The wise Child knows so much. and the reminder/ healing for these children is to know that the afikomen is the sweetest part of the prayer, going inside. Please allow a few moments of connection with another person at the seder. Make sure you see the afikomen in them. Make sure you see their sweetness. Look, really look for the thing that they would not need anything forevermore because you have this. If you would like to, ask them a question. I recommend this exercise.
Recently, A friend lay in my lap, and a third friend and I looked down at her. She immediately said it was quite healing for her to imagine us as her parents. The widening of their perspectives in the safety of being a child can be quite beautiful.
Be on your back. hold your feet. FIND SAFE PLACE, where you are comfortable in the space. Whether you choose to be alone or to lay in the lap of another looking up at them as if they were a protective, loving parent or parents. Here we can begin to pay thanks to the Midwives of Egypt who saved the lives of many children that were ordered to be killed. Any part that feels dead remind yourself that we have whoever is looking at you, or Puah and Shifra to thank for the support of children. Place them in the room with your imagination. Place them in the floor boards, on the ceiling. Lay in a friend’s lap looking up and see them as loving parents, as midwives. Connect to the promise of safety in the part of the hagaddah that begins “Meetchelah” “At first . . .”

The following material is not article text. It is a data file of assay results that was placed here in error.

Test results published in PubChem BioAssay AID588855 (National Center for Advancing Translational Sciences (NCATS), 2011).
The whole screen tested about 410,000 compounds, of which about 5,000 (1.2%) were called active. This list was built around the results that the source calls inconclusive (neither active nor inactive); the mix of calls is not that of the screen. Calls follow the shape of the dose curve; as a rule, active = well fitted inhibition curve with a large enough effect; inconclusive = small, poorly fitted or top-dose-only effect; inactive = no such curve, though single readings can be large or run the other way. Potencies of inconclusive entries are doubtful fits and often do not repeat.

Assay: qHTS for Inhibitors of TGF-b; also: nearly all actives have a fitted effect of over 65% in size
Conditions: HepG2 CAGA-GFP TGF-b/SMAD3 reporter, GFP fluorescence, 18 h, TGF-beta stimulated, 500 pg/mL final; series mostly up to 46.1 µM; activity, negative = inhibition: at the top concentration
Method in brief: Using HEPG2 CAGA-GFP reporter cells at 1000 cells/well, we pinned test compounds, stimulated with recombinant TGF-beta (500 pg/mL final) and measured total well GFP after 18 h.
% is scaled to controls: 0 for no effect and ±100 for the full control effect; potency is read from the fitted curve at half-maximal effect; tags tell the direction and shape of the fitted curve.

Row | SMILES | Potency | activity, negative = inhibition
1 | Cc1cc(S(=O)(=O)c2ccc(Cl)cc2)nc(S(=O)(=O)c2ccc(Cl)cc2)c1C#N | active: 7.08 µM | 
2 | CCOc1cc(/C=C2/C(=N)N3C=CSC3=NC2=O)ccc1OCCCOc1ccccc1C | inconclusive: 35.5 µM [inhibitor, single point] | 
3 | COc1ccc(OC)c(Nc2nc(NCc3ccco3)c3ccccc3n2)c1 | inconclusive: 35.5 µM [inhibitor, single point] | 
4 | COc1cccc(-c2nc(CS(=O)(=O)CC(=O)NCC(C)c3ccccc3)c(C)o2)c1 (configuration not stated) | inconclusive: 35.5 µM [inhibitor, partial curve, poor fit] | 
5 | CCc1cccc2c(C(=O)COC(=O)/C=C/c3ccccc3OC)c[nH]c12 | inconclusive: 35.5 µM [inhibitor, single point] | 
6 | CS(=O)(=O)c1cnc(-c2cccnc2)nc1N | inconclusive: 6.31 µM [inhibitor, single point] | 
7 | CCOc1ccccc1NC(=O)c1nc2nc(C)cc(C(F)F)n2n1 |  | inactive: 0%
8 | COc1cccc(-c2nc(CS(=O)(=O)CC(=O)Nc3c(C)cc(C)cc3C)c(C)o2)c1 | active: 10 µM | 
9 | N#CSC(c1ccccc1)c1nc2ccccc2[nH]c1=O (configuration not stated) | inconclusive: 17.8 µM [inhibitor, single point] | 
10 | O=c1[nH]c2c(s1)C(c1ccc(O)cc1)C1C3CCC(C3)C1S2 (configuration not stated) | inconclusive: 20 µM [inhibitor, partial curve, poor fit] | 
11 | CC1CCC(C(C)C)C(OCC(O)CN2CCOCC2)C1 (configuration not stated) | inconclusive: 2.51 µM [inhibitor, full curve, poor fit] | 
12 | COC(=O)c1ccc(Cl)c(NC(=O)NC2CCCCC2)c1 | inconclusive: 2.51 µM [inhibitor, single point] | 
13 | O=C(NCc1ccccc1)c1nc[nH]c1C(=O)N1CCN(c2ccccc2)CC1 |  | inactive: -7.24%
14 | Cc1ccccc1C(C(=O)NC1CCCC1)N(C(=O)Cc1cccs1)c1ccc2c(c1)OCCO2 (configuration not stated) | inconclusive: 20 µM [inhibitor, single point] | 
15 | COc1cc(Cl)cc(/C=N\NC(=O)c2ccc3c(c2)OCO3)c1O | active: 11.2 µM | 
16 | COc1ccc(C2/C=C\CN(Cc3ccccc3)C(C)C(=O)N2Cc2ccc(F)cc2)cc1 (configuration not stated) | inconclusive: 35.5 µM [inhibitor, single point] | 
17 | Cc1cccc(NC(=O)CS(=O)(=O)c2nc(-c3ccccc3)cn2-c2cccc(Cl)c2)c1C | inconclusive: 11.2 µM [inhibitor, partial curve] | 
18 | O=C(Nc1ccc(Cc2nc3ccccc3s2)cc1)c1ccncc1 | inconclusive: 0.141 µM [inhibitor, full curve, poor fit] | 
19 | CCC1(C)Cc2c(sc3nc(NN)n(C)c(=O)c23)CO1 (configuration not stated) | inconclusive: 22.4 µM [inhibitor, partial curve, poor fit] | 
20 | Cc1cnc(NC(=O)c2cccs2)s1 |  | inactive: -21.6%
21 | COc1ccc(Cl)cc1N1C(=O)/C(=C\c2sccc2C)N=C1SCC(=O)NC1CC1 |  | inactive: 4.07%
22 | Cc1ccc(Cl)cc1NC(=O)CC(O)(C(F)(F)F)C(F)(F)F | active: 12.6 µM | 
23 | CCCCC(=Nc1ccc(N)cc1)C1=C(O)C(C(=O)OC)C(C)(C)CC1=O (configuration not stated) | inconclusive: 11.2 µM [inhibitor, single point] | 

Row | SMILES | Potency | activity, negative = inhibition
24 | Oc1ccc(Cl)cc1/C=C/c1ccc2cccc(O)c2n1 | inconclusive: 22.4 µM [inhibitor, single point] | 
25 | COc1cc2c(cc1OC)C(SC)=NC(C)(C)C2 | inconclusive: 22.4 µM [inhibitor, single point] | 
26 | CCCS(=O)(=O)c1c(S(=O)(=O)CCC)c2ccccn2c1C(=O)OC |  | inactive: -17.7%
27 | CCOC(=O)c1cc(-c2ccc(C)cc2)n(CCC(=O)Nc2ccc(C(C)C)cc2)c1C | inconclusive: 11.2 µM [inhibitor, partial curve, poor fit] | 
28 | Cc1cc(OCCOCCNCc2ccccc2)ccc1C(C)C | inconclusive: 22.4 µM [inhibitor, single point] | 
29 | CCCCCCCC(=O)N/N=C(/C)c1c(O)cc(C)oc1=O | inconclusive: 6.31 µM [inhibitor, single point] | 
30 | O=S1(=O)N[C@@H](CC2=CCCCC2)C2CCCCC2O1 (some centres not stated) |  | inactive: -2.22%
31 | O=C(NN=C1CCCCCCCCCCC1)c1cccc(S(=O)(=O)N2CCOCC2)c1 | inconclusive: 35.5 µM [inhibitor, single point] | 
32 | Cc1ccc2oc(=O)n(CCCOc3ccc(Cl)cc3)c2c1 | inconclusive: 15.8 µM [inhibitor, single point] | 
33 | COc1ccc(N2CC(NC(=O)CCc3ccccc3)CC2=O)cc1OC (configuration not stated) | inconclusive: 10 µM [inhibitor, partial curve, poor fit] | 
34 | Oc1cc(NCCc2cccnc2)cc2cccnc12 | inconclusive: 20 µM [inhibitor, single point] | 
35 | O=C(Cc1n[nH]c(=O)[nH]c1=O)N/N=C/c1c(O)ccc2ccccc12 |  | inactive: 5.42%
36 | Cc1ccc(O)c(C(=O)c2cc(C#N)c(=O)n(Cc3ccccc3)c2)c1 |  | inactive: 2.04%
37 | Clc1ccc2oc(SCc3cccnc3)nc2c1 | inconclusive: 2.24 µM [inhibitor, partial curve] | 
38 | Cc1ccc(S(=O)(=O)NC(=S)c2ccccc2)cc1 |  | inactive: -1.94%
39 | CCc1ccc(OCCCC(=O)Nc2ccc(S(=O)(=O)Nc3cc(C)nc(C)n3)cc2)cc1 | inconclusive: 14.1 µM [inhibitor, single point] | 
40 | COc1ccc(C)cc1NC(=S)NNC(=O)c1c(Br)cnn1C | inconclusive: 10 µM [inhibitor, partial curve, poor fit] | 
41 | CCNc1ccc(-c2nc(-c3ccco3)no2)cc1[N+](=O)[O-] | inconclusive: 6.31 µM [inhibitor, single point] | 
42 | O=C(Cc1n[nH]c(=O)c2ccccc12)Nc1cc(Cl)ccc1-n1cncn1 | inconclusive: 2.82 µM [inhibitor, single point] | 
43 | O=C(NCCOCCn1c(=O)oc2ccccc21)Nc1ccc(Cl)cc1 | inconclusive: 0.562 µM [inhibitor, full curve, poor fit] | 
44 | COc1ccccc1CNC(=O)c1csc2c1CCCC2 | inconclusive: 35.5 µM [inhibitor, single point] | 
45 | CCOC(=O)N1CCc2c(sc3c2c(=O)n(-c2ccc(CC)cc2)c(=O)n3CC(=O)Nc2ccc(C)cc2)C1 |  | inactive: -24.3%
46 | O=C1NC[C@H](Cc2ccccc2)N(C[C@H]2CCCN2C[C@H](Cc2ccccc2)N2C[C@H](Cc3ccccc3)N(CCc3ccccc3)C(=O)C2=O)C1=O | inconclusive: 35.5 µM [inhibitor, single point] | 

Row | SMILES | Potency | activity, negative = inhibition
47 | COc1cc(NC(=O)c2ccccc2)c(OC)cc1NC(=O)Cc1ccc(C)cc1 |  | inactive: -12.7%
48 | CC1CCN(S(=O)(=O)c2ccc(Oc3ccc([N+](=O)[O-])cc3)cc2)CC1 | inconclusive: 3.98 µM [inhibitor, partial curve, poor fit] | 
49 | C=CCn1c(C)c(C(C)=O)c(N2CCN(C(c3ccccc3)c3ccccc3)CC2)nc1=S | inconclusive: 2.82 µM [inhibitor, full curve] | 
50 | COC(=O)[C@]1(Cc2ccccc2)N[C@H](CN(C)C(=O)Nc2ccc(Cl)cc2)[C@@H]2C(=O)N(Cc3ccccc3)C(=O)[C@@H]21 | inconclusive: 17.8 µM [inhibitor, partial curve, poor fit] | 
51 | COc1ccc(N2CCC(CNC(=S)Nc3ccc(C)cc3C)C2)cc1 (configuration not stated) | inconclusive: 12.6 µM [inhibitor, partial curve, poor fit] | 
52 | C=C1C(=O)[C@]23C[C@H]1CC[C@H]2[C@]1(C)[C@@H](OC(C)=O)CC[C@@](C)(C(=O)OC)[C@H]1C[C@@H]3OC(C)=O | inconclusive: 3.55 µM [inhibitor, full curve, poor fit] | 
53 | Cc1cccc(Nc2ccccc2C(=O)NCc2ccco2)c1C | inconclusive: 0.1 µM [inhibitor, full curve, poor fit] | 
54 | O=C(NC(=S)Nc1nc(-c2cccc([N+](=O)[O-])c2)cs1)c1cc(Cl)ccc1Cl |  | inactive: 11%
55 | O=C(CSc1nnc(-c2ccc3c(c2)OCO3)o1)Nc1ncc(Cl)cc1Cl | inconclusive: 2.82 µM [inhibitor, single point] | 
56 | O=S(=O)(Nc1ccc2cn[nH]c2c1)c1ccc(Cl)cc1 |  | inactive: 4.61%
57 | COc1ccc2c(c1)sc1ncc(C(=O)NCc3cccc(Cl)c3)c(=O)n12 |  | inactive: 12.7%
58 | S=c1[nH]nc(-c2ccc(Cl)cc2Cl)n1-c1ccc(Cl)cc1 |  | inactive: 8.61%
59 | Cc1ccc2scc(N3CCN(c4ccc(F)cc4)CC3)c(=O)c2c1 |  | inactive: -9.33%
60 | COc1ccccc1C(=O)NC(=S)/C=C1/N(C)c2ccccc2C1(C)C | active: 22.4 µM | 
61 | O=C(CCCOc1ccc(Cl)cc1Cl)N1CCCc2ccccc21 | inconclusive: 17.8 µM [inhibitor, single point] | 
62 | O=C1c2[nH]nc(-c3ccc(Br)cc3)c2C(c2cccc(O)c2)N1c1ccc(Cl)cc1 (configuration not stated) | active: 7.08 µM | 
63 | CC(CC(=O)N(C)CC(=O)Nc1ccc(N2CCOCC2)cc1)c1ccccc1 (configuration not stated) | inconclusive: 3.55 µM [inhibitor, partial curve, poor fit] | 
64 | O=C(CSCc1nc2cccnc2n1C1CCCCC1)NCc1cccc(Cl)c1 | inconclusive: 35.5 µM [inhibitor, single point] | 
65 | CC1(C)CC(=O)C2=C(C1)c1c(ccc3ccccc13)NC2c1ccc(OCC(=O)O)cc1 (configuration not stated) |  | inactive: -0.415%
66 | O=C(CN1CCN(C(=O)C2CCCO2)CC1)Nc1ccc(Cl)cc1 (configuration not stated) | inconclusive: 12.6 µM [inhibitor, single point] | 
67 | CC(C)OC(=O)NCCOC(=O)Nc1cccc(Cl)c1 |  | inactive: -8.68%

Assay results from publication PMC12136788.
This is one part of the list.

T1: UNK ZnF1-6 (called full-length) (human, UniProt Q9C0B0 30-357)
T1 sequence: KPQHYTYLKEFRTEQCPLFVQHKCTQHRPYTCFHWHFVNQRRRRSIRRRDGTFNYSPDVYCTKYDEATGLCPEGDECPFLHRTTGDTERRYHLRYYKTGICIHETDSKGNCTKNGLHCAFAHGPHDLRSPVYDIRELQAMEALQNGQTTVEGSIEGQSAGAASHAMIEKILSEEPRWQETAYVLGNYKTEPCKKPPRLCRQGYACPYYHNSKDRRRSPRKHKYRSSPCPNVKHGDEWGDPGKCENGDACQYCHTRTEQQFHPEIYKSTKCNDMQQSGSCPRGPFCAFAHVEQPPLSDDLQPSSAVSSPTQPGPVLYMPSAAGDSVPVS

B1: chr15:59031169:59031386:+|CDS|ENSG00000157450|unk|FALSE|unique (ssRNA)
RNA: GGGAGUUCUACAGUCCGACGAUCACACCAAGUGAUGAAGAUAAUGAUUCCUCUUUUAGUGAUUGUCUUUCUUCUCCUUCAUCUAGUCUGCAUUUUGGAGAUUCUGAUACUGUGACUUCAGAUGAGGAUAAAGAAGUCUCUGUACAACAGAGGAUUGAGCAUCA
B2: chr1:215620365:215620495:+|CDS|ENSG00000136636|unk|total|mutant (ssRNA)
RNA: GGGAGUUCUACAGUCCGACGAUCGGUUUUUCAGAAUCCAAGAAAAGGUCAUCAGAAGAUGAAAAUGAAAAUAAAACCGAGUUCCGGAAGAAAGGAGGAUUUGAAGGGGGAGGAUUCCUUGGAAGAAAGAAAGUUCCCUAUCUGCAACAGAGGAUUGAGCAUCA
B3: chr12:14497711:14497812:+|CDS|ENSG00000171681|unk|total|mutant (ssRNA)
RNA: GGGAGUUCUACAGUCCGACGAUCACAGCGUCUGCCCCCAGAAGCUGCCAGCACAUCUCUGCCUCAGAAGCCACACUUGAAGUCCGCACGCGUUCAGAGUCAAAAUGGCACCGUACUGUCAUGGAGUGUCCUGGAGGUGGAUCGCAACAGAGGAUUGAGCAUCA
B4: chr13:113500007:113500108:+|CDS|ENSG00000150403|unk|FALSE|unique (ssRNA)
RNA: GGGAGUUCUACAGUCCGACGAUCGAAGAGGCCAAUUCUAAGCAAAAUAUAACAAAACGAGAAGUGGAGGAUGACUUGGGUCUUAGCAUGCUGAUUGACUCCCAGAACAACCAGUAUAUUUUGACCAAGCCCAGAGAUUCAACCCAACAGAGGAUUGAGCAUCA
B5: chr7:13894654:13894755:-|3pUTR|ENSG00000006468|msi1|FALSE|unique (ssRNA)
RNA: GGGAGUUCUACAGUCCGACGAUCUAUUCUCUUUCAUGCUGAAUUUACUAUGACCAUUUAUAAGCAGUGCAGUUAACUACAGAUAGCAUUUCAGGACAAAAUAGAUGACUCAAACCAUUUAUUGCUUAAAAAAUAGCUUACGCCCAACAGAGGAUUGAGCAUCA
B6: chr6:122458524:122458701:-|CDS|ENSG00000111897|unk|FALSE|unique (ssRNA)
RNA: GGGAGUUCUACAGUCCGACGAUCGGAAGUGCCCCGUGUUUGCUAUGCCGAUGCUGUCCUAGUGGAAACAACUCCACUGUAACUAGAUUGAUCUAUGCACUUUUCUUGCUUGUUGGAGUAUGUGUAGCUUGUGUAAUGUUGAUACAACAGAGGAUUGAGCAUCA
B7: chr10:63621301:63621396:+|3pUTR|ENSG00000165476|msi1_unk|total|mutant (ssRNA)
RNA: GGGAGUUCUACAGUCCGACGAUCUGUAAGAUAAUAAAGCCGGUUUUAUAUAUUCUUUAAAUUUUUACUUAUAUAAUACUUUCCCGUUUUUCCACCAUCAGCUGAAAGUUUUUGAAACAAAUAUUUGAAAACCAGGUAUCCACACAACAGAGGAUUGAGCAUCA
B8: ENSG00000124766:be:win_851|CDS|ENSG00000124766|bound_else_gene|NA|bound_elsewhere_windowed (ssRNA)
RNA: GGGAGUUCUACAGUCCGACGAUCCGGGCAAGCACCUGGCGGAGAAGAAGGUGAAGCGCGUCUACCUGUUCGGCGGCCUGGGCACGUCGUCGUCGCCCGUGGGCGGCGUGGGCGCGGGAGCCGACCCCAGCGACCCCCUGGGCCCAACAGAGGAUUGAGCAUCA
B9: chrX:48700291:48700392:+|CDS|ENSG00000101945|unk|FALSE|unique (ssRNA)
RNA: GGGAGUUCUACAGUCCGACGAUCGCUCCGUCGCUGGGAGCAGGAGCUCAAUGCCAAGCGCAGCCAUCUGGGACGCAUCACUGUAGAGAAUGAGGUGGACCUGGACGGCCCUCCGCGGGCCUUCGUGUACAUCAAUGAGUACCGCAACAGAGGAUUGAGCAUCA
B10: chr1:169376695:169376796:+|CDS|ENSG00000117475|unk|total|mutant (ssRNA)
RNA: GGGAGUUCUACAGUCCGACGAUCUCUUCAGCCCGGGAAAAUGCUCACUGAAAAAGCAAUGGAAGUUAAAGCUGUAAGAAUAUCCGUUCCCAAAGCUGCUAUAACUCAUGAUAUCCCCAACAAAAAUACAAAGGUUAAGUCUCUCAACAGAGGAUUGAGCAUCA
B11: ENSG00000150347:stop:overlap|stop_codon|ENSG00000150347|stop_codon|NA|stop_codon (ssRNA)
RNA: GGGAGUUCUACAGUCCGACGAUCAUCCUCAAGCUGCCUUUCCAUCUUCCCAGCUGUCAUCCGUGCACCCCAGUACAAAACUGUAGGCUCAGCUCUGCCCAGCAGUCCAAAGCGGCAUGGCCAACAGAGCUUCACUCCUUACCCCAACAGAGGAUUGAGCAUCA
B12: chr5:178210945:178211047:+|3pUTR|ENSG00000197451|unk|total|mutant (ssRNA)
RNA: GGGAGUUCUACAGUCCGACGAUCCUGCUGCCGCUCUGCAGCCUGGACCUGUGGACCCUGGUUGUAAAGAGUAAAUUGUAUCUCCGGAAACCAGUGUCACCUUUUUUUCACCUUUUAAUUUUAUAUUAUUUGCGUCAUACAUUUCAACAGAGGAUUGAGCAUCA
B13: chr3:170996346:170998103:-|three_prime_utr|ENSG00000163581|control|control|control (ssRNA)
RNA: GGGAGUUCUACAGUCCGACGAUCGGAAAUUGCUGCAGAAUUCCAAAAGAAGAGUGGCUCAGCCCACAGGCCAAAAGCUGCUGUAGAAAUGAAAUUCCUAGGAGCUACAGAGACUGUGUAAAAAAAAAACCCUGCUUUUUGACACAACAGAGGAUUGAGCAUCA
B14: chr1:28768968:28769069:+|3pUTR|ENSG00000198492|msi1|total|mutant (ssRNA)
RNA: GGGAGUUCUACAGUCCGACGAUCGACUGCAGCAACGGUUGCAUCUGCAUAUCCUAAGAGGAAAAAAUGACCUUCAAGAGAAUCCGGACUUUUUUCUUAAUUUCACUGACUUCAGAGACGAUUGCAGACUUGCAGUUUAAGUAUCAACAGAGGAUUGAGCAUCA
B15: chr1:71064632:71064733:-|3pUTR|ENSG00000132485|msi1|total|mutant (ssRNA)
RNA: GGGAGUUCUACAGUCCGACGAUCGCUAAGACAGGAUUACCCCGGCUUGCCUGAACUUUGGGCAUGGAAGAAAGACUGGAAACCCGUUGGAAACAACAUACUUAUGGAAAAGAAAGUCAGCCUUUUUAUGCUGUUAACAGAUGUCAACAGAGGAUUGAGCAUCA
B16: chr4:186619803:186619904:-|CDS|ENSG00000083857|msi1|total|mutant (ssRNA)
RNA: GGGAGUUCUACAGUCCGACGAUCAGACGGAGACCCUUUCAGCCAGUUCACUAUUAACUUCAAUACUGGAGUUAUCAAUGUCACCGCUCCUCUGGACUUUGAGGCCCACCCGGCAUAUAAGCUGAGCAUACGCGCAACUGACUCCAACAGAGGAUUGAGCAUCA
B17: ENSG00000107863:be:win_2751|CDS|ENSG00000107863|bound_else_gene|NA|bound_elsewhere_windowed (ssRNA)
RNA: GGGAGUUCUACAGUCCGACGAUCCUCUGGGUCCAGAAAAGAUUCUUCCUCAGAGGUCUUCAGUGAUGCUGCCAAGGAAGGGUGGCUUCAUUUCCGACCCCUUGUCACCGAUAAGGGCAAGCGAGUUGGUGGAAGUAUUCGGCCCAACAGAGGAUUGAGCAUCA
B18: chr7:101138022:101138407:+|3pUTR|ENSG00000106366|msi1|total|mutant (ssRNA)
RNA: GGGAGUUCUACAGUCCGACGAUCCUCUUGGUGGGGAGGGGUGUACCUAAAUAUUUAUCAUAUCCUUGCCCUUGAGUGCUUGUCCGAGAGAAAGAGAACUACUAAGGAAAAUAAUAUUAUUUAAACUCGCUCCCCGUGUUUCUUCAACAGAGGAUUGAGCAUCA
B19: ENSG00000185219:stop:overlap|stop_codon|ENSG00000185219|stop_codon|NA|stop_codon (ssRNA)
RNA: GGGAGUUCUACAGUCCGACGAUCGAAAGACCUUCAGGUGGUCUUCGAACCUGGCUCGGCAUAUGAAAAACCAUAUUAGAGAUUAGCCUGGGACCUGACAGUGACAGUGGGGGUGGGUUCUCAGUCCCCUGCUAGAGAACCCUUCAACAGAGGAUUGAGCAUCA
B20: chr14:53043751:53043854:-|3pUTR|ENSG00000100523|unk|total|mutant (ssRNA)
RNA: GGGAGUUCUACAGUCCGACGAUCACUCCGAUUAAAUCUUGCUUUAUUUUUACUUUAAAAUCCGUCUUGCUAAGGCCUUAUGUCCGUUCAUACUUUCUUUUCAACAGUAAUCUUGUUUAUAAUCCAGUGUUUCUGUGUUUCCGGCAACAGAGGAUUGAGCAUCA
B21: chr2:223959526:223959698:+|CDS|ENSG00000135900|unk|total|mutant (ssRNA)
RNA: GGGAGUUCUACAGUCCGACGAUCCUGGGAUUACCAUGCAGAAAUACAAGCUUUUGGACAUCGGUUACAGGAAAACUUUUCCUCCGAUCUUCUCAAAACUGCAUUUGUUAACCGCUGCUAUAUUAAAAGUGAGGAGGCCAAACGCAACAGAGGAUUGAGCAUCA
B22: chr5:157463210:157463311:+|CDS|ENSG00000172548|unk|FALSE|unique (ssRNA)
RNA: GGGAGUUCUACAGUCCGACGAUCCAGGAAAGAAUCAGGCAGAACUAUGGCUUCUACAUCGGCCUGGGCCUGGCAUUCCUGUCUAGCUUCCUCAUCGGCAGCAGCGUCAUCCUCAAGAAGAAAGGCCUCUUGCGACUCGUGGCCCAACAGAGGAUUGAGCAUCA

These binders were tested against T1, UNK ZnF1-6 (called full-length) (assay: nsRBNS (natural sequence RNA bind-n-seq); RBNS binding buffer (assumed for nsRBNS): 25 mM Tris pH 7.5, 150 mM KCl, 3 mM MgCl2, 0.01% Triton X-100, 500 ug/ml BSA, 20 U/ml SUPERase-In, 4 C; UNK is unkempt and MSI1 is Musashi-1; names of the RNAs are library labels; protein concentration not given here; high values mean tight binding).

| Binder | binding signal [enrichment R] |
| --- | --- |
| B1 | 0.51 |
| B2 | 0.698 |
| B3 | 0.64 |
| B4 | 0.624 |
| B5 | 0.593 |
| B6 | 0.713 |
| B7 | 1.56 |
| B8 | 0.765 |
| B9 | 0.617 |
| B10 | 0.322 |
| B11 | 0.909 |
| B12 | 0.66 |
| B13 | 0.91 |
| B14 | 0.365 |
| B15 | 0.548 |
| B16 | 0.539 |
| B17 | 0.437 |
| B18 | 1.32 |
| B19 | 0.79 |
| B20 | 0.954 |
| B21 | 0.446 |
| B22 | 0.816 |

cover the matzah,
and raise your glass.
The promise- of safety or a safe future is this blessing
The Evil child needs to know their safety. “what is this service to you?” they ask. “to you, but not to me.” There is no question that this fragmentation of the whole is a symptom of the need to protect oneself, to split off as a means of survival. The child must hear. Yes, YOU are the only one.” in a process of learning to trust and care for the child self, the child must feel seen.